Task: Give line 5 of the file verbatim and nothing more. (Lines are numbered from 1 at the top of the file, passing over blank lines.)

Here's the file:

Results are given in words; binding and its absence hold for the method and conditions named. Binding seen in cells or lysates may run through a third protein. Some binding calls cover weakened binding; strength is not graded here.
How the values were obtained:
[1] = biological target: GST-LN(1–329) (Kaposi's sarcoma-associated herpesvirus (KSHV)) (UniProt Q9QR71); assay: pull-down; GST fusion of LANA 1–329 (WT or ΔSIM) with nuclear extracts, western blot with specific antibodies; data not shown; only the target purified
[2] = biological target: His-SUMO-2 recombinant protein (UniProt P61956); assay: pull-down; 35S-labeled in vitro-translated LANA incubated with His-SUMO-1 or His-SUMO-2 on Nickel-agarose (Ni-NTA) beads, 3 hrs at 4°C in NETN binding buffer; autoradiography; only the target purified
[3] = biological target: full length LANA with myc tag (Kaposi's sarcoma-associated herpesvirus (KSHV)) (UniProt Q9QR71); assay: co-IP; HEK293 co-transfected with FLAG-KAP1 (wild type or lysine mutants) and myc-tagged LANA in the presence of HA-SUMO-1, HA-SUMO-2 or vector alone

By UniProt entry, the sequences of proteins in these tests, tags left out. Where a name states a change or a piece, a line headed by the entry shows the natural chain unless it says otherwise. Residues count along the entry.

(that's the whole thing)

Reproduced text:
[3] = biological target: full length LANA with myc tag (Kaposi's sarcoma-associated herpesvirus (KSHV)) (UniProt Q9QR71); assay: co-IP; HEK293 co-transfected with FLAG-KAP1 (wild type or lysine mutants) and myc-tagged LANA in the presence of HA-SUMO-1, HA-SUMO-2 or vector alone